How to Write a Welcoming README for Your Open Source Project
Every open source project contains a README .md text file to introduce and explain a project. Because the README is the first item a user sees, it should communicate the most valuable information related to your project, clearly and succinctly. It’s like a landing page for your repo, where you get the opportunity to welcome new users or contributors while directing them where to go and how to get started. Ovio displays the README as the most visible element on a project’s page, so you can ensure that external contributors can understand your project’s goals, code, and structure immediately.
Let’s take a closer look at some best practices for creating a readable README, so you can introduce your project effectively, attract more contributors, and make a solid first impression of your project.
Explain what the project does and why it exists 📣
The first few lines of your README are essential to capturing the attention of potential contributors. Start by including a brief introduction stating the purpose of your project. You’ll want to include a description of your motivations behind its development and maintenance. By clearly introducing your project, rather than only showing your project’s code, you can give contributor’s a sense of who’s behind the project and why it matters, while also attracting good talent. Think about the beginning of your README like your project’s mission statement, introducing users to its value.
How to download and install the code 📥
We recommend offering quickstart instructions in your README on how to download and use your code. Offering step-by-step guidance with examples and explanations is a great way to get users comfortable with your project before they have time to feel intimidated or hesitant about getting the development event running.
How users can get started with the project 🏁
You want your README file to encourage contributions, so users feel inclined to get started. While more detailed instructions on how to get started on the project should be included in the contributing.md file, the README is a great place to welcome and list possible contributions, tech or non tech related. Read more about the contributing.md file in our article How to attract open source talent to your community.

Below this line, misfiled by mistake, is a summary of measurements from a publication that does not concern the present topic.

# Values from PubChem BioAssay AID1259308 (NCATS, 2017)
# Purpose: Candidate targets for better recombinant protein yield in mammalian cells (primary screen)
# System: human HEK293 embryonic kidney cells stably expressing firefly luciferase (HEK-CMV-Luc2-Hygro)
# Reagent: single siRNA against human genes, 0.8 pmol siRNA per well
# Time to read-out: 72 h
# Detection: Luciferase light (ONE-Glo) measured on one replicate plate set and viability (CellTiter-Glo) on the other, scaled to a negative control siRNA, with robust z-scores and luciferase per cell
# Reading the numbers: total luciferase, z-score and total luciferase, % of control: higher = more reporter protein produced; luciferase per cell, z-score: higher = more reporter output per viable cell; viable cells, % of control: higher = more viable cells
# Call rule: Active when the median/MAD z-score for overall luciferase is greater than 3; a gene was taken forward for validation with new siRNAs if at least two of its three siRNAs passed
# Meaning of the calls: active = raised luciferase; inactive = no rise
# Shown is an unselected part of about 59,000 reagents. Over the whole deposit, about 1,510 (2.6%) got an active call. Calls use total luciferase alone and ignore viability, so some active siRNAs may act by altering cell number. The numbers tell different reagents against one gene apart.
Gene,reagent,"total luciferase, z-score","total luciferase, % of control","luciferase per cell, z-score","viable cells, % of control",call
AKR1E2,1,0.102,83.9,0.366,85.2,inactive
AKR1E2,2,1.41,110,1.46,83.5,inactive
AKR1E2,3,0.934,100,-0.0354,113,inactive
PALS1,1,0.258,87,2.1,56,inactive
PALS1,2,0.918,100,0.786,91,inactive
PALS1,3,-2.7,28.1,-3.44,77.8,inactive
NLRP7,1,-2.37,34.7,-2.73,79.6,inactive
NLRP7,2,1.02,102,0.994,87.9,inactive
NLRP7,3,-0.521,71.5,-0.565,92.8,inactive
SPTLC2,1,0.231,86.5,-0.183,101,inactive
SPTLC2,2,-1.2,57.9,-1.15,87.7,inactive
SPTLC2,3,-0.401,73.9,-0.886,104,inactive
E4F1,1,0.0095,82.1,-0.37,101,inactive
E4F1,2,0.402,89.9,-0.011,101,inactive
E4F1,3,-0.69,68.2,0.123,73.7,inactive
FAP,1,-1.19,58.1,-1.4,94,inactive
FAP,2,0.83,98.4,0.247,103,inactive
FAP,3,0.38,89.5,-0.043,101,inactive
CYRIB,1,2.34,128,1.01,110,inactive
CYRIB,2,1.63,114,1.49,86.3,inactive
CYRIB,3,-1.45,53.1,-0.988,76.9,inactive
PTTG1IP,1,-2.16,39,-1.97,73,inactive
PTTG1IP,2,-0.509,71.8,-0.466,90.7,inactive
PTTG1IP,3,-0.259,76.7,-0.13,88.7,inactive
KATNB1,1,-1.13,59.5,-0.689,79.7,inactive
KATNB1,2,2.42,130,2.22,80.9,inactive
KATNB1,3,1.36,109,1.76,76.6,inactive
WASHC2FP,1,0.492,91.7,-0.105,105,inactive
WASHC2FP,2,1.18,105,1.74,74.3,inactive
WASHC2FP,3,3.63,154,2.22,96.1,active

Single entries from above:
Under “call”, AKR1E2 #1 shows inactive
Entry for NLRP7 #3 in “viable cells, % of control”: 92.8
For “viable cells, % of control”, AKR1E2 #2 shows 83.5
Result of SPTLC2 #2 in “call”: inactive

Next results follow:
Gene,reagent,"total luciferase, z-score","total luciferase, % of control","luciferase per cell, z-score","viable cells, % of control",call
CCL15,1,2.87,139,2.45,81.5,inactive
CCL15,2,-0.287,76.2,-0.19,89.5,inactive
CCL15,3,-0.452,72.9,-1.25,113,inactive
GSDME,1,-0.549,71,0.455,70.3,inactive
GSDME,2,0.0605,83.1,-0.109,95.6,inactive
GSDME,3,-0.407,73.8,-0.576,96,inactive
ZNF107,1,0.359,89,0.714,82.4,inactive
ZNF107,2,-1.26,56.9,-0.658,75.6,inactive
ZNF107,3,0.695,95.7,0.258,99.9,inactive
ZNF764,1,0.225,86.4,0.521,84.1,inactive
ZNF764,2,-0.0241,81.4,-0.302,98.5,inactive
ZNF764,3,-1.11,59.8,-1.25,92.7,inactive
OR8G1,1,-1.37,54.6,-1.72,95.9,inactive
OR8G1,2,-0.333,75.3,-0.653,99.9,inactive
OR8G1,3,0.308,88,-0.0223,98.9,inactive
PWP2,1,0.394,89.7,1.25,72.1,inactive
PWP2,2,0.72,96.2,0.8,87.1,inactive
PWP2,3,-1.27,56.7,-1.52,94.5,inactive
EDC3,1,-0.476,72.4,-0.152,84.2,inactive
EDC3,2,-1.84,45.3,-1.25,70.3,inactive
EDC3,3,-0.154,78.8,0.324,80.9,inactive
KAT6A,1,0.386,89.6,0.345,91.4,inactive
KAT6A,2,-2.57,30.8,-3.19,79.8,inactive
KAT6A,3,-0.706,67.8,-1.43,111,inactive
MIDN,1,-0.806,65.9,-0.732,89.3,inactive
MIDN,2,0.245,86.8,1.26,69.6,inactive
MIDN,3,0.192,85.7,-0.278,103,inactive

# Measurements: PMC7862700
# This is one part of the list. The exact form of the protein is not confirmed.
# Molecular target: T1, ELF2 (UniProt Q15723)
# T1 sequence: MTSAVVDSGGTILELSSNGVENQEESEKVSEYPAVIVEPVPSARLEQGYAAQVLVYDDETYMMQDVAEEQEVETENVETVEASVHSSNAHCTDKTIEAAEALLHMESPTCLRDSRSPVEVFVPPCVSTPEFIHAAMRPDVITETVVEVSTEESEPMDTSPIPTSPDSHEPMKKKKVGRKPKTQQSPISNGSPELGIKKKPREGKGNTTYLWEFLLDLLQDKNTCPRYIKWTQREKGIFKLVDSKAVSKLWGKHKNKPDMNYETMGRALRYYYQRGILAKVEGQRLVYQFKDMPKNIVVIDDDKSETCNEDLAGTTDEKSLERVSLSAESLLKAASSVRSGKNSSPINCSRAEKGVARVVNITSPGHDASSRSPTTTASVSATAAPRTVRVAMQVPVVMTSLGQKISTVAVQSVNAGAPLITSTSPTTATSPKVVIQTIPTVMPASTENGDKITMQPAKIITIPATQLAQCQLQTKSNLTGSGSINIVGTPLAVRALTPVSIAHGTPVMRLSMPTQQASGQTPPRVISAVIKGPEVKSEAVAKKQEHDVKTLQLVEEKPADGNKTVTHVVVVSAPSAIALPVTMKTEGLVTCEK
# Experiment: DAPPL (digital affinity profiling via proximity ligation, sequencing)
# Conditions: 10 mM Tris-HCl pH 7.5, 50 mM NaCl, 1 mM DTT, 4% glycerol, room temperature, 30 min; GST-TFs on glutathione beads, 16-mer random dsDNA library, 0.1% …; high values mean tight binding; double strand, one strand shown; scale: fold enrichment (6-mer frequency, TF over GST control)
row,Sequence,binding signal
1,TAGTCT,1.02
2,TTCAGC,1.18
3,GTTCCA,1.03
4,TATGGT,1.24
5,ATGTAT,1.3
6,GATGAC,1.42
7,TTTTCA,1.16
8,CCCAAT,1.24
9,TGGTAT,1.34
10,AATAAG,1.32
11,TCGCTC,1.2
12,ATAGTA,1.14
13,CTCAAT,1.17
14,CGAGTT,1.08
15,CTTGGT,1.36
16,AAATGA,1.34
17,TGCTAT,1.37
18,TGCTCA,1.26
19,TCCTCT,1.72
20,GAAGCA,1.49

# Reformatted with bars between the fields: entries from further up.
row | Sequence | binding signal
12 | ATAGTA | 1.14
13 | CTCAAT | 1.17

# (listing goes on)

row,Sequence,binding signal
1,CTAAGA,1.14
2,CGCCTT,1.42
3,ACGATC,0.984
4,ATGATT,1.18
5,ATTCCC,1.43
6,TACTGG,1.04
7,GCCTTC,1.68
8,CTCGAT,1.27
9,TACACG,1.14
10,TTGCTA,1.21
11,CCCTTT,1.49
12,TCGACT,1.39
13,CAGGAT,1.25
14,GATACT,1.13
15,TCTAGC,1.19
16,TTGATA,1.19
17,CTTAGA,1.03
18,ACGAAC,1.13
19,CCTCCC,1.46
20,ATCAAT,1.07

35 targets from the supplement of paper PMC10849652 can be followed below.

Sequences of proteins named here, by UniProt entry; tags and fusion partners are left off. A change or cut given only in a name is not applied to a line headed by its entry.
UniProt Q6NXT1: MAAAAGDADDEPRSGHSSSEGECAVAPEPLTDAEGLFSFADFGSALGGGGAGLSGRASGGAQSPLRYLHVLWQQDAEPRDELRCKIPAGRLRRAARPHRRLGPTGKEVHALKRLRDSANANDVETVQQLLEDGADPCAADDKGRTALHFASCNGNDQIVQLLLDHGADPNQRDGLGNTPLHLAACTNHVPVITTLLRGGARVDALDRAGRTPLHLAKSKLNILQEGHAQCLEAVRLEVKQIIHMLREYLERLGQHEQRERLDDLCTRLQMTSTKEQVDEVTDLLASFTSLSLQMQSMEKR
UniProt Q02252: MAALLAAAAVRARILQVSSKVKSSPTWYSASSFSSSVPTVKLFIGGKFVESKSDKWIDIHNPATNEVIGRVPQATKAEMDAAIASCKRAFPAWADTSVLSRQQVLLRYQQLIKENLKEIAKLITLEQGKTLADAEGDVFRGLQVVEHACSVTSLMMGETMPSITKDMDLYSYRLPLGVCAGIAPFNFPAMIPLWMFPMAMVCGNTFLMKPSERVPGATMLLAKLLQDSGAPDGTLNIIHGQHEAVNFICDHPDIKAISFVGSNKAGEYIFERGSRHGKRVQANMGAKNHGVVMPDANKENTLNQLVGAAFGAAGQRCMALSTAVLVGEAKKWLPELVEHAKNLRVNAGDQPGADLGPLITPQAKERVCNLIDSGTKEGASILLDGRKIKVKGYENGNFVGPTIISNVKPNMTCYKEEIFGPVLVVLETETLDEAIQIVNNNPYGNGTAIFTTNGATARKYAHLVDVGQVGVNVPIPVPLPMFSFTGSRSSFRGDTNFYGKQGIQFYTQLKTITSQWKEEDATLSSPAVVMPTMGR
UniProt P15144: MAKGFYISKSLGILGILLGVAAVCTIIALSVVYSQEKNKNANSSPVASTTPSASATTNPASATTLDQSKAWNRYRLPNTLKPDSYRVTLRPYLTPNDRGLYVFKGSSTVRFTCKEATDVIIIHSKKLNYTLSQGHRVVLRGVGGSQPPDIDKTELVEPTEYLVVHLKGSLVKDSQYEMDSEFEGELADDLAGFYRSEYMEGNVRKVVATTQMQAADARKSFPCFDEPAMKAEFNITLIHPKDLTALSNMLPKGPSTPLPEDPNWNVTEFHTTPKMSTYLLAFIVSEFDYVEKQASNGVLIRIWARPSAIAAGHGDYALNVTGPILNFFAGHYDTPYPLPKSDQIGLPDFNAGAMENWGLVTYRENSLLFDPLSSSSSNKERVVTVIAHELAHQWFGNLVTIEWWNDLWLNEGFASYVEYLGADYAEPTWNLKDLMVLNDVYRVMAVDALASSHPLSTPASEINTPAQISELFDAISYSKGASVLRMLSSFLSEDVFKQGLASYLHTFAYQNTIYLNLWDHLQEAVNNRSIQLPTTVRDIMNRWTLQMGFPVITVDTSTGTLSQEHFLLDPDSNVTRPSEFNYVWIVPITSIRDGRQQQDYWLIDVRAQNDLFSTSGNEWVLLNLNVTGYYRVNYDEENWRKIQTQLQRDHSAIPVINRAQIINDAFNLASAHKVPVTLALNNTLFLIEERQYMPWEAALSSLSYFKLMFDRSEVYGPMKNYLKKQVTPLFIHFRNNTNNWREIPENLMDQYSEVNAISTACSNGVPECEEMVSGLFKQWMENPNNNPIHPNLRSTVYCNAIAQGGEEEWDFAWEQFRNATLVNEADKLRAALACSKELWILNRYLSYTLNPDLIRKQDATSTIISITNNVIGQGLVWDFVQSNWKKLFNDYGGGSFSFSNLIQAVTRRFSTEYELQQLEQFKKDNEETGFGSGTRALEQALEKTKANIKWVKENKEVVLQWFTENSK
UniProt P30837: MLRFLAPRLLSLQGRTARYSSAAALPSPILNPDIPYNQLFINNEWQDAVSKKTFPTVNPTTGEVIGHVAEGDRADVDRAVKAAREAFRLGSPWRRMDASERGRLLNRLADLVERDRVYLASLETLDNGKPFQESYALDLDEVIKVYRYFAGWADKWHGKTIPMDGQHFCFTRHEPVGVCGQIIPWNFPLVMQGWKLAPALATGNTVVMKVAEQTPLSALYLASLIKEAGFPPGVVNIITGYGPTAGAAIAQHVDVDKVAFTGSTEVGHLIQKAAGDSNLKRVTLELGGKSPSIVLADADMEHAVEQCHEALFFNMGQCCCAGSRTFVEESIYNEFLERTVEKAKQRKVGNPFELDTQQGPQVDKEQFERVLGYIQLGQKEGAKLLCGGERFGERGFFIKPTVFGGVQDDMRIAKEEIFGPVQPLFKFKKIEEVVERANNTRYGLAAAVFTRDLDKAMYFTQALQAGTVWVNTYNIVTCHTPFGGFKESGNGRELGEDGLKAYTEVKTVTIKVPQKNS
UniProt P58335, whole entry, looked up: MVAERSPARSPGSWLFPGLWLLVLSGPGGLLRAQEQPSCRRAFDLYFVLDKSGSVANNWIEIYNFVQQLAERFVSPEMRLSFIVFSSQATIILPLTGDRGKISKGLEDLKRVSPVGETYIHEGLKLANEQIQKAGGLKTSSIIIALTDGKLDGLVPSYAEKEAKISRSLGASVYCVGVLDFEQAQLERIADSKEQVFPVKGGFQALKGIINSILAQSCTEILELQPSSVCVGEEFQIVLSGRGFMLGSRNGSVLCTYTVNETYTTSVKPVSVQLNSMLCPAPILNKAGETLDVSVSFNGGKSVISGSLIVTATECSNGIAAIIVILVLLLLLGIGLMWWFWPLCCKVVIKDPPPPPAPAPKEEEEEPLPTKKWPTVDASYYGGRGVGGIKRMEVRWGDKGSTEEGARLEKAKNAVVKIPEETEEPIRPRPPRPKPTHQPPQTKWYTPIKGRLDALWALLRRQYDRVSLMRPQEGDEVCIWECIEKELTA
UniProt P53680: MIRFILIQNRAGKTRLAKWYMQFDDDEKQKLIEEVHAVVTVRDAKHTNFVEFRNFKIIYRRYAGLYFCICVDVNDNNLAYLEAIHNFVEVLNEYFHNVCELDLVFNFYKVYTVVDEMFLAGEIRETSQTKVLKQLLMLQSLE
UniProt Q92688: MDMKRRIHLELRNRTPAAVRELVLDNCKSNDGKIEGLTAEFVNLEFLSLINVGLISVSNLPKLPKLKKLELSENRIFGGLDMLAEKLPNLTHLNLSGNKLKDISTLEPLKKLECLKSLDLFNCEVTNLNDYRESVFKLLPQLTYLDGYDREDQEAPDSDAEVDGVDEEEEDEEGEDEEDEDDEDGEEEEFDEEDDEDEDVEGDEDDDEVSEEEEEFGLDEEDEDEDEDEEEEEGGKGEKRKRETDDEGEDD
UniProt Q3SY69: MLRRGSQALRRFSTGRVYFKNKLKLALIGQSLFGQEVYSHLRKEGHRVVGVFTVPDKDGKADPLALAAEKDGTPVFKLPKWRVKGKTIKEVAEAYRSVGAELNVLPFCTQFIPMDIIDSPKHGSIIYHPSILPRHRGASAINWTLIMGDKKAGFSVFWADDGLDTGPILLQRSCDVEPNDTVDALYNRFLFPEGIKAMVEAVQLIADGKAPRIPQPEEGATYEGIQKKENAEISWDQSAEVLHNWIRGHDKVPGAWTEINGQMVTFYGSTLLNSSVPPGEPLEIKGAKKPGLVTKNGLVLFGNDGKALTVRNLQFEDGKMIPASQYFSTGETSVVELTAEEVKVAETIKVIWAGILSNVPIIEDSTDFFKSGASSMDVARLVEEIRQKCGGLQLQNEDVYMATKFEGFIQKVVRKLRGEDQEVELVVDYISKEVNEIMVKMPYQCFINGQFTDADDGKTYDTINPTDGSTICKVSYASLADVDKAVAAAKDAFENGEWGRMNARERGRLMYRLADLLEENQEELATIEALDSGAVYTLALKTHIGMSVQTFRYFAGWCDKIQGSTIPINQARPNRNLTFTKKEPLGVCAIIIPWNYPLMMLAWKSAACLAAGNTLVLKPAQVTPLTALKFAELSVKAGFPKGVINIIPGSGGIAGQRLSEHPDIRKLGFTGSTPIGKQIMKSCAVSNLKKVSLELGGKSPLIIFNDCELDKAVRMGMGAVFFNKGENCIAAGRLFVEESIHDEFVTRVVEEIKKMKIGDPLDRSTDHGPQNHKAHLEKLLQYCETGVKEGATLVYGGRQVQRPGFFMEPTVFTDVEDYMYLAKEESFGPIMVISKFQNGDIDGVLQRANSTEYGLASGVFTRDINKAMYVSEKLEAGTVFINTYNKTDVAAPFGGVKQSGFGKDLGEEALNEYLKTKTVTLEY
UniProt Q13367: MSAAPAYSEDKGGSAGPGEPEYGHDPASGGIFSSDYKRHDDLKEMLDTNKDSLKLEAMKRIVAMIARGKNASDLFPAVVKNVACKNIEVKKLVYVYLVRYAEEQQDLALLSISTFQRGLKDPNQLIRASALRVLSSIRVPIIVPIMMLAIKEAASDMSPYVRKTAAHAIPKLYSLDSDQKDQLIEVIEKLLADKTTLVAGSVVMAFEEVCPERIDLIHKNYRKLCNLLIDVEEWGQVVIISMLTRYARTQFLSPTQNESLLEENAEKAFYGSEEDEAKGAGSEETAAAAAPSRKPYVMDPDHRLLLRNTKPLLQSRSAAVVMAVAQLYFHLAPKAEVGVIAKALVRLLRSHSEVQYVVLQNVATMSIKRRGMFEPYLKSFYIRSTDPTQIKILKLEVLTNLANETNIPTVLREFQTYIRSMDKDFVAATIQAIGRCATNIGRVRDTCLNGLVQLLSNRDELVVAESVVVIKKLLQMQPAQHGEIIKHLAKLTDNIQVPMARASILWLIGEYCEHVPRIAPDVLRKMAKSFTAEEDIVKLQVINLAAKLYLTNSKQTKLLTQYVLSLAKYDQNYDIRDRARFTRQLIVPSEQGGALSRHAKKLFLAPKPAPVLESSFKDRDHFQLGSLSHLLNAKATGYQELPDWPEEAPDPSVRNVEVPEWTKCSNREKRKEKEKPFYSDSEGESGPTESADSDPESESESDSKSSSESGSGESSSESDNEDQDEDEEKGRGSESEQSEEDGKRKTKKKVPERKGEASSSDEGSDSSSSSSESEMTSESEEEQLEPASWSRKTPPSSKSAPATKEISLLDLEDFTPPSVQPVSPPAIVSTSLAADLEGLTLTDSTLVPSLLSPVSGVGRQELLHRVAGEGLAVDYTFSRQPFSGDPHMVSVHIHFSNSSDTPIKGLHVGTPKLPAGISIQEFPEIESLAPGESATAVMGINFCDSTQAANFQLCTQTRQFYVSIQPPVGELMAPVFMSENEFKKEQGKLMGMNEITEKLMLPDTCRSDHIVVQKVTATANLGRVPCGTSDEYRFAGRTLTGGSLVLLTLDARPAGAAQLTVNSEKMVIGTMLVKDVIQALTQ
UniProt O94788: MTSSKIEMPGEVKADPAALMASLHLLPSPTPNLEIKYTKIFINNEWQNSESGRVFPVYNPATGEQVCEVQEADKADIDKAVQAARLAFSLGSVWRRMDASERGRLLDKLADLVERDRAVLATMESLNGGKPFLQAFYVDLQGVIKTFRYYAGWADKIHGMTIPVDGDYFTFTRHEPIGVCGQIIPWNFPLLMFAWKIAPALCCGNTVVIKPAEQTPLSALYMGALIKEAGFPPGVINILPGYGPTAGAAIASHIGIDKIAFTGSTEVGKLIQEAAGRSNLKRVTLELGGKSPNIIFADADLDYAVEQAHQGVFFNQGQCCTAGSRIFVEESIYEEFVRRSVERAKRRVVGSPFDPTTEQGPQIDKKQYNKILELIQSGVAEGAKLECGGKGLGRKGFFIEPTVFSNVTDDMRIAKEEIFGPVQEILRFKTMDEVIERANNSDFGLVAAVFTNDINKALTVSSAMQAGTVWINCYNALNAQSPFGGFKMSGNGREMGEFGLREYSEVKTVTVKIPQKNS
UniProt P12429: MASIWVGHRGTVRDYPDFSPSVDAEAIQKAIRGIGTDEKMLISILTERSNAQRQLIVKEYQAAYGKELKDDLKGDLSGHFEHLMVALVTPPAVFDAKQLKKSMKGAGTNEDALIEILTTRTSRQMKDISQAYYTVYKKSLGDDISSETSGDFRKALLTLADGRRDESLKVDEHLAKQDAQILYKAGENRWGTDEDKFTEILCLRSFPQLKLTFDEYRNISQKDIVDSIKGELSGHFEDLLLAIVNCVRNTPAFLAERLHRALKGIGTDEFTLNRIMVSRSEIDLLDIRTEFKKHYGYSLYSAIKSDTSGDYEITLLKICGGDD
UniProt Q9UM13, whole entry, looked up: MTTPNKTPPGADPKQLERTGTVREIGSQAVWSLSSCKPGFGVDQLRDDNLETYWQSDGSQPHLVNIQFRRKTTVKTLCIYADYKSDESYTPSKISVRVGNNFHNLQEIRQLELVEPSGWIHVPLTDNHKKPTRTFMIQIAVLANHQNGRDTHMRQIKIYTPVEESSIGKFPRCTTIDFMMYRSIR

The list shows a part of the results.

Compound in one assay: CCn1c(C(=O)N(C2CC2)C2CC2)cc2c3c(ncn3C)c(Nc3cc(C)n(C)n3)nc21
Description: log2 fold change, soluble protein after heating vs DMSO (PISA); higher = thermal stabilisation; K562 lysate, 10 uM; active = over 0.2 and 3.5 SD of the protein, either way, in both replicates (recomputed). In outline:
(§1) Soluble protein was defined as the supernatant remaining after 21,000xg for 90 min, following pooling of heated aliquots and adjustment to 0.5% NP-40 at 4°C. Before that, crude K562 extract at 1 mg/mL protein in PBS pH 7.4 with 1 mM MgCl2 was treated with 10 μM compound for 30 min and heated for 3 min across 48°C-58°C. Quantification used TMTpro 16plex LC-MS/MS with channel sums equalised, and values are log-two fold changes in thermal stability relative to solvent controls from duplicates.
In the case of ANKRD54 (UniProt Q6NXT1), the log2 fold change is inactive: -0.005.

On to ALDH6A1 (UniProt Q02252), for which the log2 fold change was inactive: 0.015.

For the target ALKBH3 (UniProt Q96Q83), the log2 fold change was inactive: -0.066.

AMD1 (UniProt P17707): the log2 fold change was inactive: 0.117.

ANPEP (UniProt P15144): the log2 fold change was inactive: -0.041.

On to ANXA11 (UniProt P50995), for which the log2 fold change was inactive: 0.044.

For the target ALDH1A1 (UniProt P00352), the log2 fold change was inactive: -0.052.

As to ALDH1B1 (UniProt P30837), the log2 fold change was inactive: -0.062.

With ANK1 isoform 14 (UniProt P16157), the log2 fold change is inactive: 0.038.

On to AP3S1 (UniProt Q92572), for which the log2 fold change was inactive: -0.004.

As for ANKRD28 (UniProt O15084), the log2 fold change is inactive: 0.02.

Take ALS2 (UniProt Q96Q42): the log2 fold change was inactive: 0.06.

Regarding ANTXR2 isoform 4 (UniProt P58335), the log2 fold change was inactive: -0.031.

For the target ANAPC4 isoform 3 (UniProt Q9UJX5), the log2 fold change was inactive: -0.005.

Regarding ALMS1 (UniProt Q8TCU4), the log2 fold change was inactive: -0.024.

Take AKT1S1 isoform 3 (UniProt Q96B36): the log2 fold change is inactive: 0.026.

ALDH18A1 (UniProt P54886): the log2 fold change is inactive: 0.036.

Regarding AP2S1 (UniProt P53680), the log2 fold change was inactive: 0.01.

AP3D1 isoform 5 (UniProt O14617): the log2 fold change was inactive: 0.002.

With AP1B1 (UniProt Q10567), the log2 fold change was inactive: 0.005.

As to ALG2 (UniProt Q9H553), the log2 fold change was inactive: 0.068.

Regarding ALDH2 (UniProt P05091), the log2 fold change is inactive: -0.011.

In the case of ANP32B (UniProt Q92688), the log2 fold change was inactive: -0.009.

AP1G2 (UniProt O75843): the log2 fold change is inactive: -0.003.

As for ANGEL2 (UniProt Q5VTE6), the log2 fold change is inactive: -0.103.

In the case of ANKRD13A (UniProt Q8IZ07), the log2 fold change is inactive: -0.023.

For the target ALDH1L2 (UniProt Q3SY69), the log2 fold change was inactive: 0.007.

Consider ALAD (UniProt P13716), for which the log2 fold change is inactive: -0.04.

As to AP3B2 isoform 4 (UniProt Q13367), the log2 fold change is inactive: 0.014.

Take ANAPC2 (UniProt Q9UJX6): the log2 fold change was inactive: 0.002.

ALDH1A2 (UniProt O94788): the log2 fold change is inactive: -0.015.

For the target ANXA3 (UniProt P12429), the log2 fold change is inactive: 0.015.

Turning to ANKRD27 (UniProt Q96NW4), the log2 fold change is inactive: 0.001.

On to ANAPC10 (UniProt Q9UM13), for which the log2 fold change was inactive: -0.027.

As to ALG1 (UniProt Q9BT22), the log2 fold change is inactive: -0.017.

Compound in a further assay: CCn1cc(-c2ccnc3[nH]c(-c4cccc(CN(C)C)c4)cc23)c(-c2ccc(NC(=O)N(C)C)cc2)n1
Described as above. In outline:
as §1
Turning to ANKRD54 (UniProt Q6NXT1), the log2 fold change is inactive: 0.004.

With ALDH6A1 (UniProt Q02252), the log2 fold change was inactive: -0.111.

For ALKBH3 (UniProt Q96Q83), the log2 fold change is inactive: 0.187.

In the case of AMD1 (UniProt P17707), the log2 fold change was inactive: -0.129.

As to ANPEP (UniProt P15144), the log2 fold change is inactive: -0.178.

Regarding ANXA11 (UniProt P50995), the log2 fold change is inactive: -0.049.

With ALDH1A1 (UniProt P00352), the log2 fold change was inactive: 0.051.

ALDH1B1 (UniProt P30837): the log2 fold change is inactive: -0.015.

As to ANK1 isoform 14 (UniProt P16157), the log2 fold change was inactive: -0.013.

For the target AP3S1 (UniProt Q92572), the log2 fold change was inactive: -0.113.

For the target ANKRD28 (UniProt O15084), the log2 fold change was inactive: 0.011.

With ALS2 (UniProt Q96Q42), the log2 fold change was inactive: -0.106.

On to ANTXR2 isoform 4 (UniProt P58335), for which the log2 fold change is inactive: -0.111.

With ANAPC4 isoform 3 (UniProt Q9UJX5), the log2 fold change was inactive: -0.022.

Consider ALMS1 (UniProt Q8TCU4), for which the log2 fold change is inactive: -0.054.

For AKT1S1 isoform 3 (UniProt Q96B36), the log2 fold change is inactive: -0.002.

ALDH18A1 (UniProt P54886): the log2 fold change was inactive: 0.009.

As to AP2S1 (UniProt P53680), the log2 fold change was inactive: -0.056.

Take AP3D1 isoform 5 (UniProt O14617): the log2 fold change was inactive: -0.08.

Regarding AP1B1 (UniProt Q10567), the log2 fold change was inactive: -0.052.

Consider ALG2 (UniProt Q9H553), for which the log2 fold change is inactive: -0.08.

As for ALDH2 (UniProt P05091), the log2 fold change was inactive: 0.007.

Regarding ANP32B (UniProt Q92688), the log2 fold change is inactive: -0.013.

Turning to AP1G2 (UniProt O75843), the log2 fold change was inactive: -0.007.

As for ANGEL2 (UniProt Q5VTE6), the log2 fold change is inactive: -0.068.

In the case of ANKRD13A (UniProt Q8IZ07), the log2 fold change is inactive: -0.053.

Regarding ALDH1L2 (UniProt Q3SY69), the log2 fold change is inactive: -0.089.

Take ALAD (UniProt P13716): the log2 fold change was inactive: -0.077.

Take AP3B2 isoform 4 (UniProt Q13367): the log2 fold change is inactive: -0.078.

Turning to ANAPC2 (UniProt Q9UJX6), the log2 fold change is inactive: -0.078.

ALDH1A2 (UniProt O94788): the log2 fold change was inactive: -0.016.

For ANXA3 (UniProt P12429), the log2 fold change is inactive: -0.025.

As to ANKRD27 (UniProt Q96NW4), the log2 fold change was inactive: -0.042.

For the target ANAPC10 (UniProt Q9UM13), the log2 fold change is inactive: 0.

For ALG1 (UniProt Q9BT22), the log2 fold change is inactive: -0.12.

How to test the code 🧪
Showing users how to run tests with your code is important to ensuring your project’s reliability and success, as well as a user’s contribution experience. We recommend walking through an example of how to test the code, describing the process in a step-by-step manner and offering visuals or screenshots along the way. Additionally, as your project evolves and changes over time, your documentation will require updates. Make sure your README’s instructions on how to test the code stay up to date, so when a new developer on-boards your project they can easily get to work.
Where users can get help with your project 🆘
If a contributor needs help using your code, it should be readily apparent who they can reach out to. Specify in your README file if a user should contact a certain email address for requests and feedback, or guide them to a discussion board in Github or Slack where they can create issues or communicate with other users working on the project. Basically, you want to help your contributors help you, so provide them with clear instructions and necessary contact information.
Share your license 🔒
You’ll also want to include some information about the project’s license in your README. For example, you can write a short note to your contributors saying “This project is licensed under the terms of the Apache license.” We recommend including more detailed information on your project’s license in a separate text file in the root of your repository.
Some projects include information about their license in their README. For example, a project's README may include a note saying "This project is licensed under the terms of the MIT license." As a best practice, we encourage you to include the license file with your project.
Don’t forget to include lots of graphics 🎨
Remember people respond well to visuals, so adding a graphic at the top of your README that communicates your repo’s purpose can help attract a contributor’s attention. By including visuals throughout, such as drawings, screenshots, or diagrams, you have a better chance of keeping someone’s attention who is likely skimming your README.
Thank your community ❤️
It’s important to give thanks and recognize those who support your project. The README is a great place to express your gratitude and recognize different contributors. We recommend including the names of top contributors, along with the icon image of your project and its latest release note.